Within equipment area 586 is thus established an array of cabinet clusters 590, which cabinet clusters align with each other to allow for the overhead stringing of telecommunications and power wiring as described herein. Within each cabinet cluster 590, as also shown in
It is apparent that the power and telecommunication lines that pass from each cabinet cluster 590 to other more central telecommunication and power distribution areas will necessarily pass, in some instances, over other cabinet clusters 590. Since the vertical support 610 with conduit clamps 620 are above the ladder racks 510, 520, 530 and 540 for each of the brackets 600, as well as above each of the cabinets 110, this allows for long runs of power and telecommunication lines that pass from each cabinet cluster 590 to other more central telecommunication and power distribution areas to exist without interfering with the wiring that exists within each cabinet cluster 590. Furthermore, by creating a sufficient area of vertical support and conduit clamps, it is then possible to run additional power and telecommunication lines from certain cabinet clusters 590 to other more central telecommunication and power distribution areas without having to re-work existing wiring. This makes expansion much simpler than in conventional designs.
In both the brackets 600 of
In a preferred configuration of the power equipment 180 shown in
In a preferred configuration for a module of cabinet clusters 590, as schematically shown in
A lock-related aspect of the present invention with respect to the RPPs 180 as well as the PDU's 598 is that since there are three circuits from the PDU's t the RPP's, within a dual RPP each side of the cabinet will have separate lock, such that all locks of a particular circuit can be opened by the same key, but that key cannot open locks of any of the other two circuits. This is an advantageous protection mechanism, as it prohibits a technician from mistakenly opening and operating upon a different circuit than a circuit he is supposed to service at that time.
Data Center Air Handling Unit
Another aspect of the data center is the air handling unit that provides for efficient cooling.
As is illustrated in
With this configuration, the units 800 and 900 are located in standardized, accessible and relatively convenient positions relative to the facility 580 should any of the units 800/900 need to be accessed and/or removed for repair or replacement. Further, these units 800/900 are themselves created using an intentionally transportable design.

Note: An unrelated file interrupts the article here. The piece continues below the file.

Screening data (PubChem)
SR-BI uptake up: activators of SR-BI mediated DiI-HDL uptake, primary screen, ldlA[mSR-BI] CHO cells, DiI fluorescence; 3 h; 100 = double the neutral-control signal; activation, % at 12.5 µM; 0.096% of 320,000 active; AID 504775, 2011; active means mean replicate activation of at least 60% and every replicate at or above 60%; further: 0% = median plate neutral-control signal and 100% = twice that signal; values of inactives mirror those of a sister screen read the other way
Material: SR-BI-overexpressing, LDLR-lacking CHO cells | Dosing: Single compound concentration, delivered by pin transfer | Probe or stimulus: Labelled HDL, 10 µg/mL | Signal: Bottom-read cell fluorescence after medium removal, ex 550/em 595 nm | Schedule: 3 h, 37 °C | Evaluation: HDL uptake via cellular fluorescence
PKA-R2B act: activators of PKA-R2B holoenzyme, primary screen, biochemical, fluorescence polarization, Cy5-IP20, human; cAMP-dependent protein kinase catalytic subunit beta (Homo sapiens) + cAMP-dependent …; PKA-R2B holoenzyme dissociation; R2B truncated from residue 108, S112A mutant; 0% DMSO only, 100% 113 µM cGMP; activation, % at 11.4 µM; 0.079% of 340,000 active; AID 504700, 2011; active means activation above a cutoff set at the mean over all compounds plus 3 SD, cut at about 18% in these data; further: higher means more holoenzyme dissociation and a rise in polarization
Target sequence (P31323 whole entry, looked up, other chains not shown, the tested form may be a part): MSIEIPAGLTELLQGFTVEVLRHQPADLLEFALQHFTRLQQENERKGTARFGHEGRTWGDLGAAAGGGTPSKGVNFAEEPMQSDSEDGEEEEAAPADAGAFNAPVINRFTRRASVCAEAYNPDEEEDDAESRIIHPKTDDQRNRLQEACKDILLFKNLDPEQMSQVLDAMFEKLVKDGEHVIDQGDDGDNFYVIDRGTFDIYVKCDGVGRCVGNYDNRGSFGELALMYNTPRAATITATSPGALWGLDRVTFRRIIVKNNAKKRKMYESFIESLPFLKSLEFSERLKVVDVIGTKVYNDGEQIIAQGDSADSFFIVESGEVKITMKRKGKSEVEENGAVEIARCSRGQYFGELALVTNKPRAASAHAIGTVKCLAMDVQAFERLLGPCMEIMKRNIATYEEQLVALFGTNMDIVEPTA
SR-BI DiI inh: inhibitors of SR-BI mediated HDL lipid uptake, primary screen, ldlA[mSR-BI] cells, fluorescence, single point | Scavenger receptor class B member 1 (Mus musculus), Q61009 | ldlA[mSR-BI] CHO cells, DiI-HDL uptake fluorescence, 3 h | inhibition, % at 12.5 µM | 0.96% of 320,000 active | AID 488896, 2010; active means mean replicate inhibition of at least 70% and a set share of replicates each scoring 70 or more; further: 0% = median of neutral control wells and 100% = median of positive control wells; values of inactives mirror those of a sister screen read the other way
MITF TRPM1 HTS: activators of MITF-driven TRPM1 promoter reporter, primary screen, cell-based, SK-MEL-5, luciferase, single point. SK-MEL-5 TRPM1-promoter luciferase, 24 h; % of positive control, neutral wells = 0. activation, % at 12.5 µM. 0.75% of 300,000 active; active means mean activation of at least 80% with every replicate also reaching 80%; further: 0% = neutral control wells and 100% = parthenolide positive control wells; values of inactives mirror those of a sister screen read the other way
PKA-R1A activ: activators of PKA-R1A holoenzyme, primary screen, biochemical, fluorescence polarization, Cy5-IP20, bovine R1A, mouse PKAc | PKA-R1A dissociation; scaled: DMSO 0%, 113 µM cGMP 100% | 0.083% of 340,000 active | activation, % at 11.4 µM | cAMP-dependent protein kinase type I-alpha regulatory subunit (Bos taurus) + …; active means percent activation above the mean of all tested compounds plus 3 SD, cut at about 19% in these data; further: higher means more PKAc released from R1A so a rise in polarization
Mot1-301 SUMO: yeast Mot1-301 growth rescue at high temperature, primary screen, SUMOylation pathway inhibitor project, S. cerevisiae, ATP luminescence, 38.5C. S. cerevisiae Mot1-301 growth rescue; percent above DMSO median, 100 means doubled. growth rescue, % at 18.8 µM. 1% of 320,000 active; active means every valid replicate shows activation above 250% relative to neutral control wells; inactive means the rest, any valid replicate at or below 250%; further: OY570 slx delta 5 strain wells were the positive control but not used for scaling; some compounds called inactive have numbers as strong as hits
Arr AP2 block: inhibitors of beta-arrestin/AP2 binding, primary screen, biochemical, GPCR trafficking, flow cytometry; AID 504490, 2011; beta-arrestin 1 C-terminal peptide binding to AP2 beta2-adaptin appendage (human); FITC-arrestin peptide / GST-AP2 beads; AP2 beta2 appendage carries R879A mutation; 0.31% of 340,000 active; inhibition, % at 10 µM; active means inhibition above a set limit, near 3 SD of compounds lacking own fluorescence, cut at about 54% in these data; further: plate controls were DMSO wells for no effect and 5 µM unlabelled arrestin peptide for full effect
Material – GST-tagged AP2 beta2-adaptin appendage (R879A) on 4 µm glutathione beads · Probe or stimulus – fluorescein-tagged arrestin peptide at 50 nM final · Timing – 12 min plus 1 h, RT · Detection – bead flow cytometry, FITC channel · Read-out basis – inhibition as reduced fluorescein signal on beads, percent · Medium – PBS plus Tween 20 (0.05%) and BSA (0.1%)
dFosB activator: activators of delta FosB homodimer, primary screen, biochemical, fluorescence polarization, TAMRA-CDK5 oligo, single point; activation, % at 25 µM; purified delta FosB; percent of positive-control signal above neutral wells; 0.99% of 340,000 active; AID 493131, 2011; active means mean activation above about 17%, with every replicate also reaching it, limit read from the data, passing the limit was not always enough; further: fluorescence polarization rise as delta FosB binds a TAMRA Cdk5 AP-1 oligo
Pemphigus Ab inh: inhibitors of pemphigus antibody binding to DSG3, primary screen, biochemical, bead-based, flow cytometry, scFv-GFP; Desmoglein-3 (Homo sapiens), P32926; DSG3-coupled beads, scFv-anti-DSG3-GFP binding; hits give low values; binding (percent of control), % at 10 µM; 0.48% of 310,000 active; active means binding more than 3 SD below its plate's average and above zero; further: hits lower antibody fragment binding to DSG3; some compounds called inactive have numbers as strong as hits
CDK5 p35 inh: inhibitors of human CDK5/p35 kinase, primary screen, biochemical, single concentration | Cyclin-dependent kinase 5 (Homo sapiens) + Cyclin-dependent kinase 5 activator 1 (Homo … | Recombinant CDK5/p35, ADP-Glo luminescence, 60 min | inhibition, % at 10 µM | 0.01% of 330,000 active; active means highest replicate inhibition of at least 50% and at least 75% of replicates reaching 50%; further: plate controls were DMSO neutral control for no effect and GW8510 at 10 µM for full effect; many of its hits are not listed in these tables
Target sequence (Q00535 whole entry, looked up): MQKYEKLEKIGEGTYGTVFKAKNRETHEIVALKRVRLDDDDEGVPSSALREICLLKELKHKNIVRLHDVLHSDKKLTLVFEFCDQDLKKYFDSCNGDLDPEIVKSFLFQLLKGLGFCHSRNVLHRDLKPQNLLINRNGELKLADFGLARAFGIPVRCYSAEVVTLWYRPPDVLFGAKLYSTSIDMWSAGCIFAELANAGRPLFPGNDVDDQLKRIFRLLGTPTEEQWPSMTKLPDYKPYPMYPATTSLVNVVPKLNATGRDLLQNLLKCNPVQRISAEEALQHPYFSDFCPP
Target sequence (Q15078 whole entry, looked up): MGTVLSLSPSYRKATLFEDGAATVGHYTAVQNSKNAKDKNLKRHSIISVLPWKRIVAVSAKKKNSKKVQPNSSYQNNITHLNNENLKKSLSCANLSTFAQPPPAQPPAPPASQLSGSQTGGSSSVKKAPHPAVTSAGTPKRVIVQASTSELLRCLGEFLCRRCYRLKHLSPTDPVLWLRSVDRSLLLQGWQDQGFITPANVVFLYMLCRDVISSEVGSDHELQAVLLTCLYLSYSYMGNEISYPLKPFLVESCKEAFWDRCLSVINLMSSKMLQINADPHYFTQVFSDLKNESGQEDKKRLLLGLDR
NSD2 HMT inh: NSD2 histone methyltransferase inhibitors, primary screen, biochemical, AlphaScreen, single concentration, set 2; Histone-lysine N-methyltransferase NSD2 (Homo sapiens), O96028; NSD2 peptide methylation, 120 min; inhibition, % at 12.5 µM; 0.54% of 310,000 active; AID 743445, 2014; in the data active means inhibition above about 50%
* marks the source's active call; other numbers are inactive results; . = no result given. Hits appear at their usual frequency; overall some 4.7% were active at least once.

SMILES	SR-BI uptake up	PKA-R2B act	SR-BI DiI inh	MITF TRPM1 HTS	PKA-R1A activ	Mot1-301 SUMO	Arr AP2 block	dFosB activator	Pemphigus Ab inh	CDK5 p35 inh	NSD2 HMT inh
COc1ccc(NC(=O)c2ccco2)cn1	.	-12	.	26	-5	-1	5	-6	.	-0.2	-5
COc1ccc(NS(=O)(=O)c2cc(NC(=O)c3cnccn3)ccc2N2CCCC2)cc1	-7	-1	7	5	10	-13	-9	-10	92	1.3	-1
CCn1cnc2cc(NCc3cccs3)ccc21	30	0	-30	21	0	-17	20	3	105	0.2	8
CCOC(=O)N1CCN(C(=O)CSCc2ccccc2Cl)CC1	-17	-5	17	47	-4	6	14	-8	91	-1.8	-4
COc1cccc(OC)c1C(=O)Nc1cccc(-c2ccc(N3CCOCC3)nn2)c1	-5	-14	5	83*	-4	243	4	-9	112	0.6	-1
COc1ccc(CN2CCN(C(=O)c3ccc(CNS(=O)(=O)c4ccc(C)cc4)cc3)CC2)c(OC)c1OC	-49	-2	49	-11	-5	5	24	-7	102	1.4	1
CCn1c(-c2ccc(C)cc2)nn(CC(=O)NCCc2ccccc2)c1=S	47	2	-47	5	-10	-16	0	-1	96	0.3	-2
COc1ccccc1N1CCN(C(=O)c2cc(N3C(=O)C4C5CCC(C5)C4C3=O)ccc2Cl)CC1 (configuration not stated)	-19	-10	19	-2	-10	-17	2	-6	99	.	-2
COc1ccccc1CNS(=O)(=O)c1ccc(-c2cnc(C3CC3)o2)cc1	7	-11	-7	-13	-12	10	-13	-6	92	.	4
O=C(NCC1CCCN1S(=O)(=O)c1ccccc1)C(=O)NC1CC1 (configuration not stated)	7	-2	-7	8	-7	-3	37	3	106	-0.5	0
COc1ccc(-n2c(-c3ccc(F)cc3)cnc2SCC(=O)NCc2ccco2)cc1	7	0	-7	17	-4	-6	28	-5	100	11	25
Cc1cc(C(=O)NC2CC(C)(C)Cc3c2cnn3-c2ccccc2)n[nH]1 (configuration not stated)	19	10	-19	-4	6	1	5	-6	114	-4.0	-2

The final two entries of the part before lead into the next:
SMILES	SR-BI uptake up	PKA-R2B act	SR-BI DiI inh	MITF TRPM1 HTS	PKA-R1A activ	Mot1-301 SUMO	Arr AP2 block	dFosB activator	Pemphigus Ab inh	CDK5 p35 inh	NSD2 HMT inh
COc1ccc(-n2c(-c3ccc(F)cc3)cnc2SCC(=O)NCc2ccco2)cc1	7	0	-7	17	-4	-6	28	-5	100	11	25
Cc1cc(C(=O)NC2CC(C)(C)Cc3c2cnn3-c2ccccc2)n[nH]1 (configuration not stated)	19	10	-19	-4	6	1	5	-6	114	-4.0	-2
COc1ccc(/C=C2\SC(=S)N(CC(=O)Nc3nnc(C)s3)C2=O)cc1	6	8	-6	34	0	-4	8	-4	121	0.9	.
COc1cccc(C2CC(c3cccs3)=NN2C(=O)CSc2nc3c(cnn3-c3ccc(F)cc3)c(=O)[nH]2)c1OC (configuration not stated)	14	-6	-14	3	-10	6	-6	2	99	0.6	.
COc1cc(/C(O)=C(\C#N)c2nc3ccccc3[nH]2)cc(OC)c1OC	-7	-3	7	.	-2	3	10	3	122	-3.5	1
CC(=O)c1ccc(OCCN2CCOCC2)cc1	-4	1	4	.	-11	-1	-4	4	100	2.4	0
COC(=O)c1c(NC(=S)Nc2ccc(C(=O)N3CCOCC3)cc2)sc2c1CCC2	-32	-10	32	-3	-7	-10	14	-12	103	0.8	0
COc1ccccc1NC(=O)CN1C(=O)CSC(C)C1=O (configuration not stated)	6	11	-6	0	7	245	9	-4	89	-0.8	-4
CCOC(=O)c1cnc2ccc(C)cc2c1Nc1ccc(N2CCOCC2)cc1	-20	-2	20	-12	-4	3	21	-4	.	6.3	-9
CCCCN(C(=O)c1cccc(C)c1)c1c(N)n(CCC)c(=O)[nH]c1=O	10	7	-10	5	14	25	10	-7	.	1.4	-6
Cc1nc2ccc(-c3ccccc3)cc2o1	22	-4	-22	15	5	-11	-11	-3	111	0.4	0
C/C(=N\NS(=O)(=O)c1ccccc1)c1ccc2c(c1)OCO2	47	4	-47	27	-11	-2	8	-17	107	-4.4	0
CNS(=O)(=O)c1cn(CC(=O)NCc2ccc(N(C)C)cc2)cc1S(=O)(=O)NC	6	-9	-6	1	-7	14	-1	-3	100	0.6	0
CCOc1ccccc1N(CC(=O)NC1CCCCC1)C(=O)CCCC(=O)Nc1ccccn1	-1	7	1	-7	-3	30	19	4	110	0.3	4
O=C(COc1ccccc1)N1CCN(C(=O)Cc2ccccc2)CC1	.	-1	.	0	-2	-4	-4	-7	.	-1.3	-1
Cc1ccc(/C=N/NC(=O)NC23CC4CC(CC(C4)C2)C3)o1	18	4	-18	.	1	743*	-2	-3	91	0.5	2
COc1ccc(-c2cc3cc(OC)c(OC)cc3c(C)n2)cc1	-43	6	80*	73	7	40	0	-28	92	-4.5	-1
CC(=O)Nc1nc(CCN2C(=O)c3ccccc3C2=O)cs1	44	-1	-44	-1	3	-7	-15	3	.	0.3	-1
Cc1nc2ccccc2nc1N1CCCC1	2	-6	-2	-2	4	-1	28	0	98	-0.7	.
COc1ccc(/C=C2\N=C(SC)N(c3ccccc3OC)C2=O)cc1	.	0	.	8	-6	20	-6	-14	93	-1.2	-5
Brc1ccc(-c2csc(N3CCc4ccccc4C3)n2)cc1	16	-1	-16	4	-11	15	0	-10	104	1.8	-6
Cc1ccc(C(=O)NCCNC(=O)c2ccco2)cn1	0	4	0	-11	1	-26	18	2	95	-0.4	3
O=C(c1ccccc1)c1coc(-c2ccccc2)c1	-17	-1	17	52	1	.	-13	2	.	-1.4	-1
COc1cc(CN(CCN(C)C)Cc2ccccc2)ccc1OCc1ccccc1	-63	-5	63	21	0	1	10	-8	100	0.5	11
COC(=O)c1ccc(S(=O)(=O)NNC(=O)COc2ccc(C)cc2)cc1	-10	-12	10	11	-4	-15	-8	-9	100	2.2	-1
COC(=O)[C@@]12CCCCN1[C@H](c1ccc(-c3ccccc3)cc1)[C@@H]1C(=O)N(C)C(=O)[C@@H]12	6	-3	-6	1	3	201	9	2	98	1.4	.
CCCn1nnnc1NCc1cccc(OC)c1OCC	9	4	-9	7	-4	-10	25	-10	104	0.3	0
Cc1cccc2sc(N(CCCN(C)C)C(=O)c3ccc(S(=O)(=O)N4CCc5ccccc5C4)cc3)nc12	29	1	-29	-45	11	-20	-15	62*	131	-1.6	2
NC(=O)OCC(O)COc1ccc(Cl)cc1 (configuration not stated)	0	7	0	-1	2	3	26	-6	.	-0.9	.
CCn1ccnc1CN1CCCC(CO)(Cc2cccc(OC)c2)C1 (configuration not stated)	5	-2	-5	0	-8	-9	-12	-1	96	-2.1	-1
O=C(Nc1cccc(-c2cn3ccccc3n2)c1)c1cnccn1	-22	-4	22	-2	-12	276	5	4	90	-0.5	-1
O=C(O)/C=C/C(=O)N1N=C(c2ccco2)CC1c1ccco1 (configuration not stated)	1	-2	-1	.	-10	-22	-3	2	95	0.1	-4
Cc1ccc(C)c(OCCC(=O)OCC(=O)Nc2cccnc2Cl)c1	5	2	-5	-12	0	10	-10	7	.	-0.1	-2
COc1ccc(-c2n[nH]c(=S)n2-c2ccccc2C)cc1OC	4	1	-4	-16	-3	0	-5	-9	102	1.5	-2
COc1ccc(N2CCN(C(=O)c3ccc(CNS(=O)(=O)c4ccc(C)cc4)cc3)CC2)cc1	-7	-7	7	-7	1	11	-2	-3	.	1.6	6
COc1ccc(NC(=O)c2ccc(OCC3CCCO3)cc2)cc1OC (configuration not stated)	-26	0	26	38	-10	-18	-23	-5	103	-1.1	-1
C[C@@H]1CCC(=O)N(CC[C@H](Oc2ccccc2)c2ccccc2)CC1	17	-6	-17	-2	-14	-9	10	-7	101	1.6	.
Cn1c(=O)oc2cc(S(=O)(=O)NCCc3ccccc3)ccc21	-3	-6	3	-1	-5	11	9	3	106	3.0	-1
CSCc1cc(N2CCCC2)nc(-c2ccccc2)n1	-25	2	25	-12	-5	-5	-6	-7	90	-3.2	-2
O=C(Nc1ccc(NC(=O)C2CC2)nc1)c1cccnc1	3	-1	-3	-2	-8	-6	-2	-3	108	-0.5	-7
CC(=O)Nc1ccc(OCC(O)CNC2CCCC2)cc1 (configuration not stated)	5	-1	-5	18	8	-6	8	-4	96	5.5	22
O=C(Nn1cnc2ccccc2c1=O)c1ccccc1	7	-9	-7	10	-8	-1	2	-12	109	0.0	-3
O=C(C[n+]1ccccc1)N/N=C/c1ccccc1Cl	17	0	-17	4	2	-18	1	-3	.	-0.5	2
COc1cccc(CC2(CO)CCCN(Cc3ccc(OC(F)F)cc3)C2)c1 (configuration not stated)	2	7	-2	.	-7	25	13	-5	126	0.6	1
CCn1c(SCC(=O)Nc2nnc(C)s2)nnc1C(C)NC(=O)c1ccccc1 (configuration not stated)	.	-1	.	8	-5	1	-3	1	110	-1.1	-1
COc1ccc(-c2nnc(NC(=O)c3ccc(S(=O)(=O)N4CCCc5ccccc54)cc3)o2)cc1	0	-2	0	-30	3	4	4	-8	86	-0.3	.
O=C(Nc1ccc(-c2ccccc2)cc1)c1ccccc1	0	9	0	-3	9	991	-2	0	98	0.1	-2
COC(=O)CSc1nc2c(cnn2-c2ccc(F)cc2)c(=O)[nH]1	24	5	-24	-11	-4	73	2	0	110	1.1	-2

The heat exchange unit 900 contains an exhaust fan 910, controlled by a VFD fan control and I/O signals block 1330 shown in
The condenser unit 800 includes an outside air inlet 810, and has associated an outside air damper 812, thereby allowing outside air to pass therein. This outside air damper 812 is preferably coated with a neoprene seal to prevent pollution particles from passing through the damper 812 when in a closed position, as well as contains a spring-loaded mechanism closing lever that will automatically close the outside air damper 812 upon a removal of power, so that outside air is prevented from intake before backup generators 594 have to start, since after a power-grid power failure condition, before the back-up generators start, uninterruptable power supplies will supply building power, giving a period for the outside air damper 812 to close.
A filter chamber 820, which includes an air intake area 822 coupled to the heat expulsion unit 900 and the outside air inlet 810, is configurable, via the AHU control system 1000, described hereinafter, to receive the return air, the outside air, as well as a mixture of the return air and the outside air, the filter chamber resulting in filtered air. In a preferred implementation of the filters 824 within the filter chamber 820 are included a MERV 7 screen filter 824A with a MERV 16 bag filter 824B therebehind, which allows replacement of the screen filter 824A without replacement of the bag filter 824B, and vice-versa.
The condenser unit 800 includes an air cooling area 830 over which the filtered air passes to create the cooled air. For ease of nomenclature, all of the air within the air cooling area 830 is referred to as filtered air, and only upon emission from the condenser unit is it referred to as cooled air. That notwithstanding, it is understood that along various stages of the air cooling area 830, the filtered air will get progressively cooler in temperature.